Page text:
In November 2008 the St Margarets Community Website carried an article about one of East Twickenham’s most distinguished residents, Charles Lightoller, the hero of the Titanic. Here is an extract…
Anyone who has wandered down Ducks Walk in recent times will have seen the blue plaque commemorating the life of Charles Herbert Lightoller who once lived there. Lightoller was born in 1874 and went to sea when he was only 13. In 1912, after many maritime adventures, he was appointed Second Officer aboard the ‘Titanic’, the White Star Line’s new and ‘virtually unsinkable’ ship on its ill-fated maiden voyage from Southampton to New York.
Lightoller’s heroism on the night of 14 April 1912, when the ‘Titanic’ ran into an iceberg and sank, has often been told in books and films. After organising passengers into lifeboats Lightoller personally saved over 30 survivors by diving into the freezing water and encouraging them to cling to an upturned boat. They were all eventually rescued by the ‘Carpathia’. Second Officer Lightoller was the last survivor to be pulled from the water.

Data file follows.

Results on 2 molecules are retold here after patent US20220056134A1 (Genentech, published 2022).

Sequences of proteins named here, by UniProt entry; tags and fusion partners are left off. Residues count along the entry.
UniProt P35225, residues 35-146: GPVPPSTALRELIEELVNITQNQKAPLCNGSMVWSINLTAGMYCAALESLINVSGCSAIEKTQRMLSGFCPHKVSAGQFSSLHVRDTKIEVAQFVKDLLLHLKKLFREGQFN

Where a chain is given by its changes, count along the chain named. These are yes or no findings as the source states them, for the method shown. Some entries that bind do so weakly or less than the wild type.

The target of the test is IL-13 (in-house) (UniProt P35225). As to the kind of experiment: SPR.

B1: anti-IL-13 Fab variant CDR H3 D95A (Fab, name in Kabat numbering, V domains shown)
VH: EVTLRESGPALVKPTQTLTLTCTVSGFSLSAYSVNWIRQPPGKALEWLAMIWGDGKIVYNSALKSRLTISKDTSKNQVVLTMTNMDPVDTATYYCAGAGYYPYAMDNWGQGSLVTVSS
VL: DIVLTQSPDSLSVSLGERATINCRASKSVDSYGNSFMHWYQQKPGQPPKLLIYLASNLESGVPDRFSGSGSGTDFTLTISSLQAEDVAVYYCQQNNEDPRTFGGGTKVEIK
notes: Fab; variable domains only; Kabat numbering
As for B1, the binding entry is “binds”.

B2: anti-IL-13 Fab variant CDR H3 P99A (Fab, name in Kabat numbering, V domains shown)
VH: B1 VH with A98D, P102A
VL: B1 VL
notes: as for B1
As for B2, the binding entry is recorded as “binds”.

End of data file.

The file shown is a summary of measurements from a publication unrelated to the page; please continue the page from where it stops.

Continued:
Charles Herbert Lightoller’s enthusiasm for the sea remained undampened by his experience aboard the ‘Titanic’. During World War 1 he served on torpedo boats and destroyers and finished up as a Commander with two Distinguished Service Crosses to his credit, one for sinking a German U-Boat. In World War 2, Lightoller, now retired, took part in the Dunkirk Evacuation, rescuing 130 soldiers from the beaches with his private yacht “Sundowner’. After the war Lightoller and his wife Sylvia moved to 1 Ducks Walk, East Twickenham where he managed a small boatyard building motor launches for the River Police. He died on 8 December 1952 aged 78, of heart disease exacerbated perhaps by the Great London Smog which had begun 3 days earlier.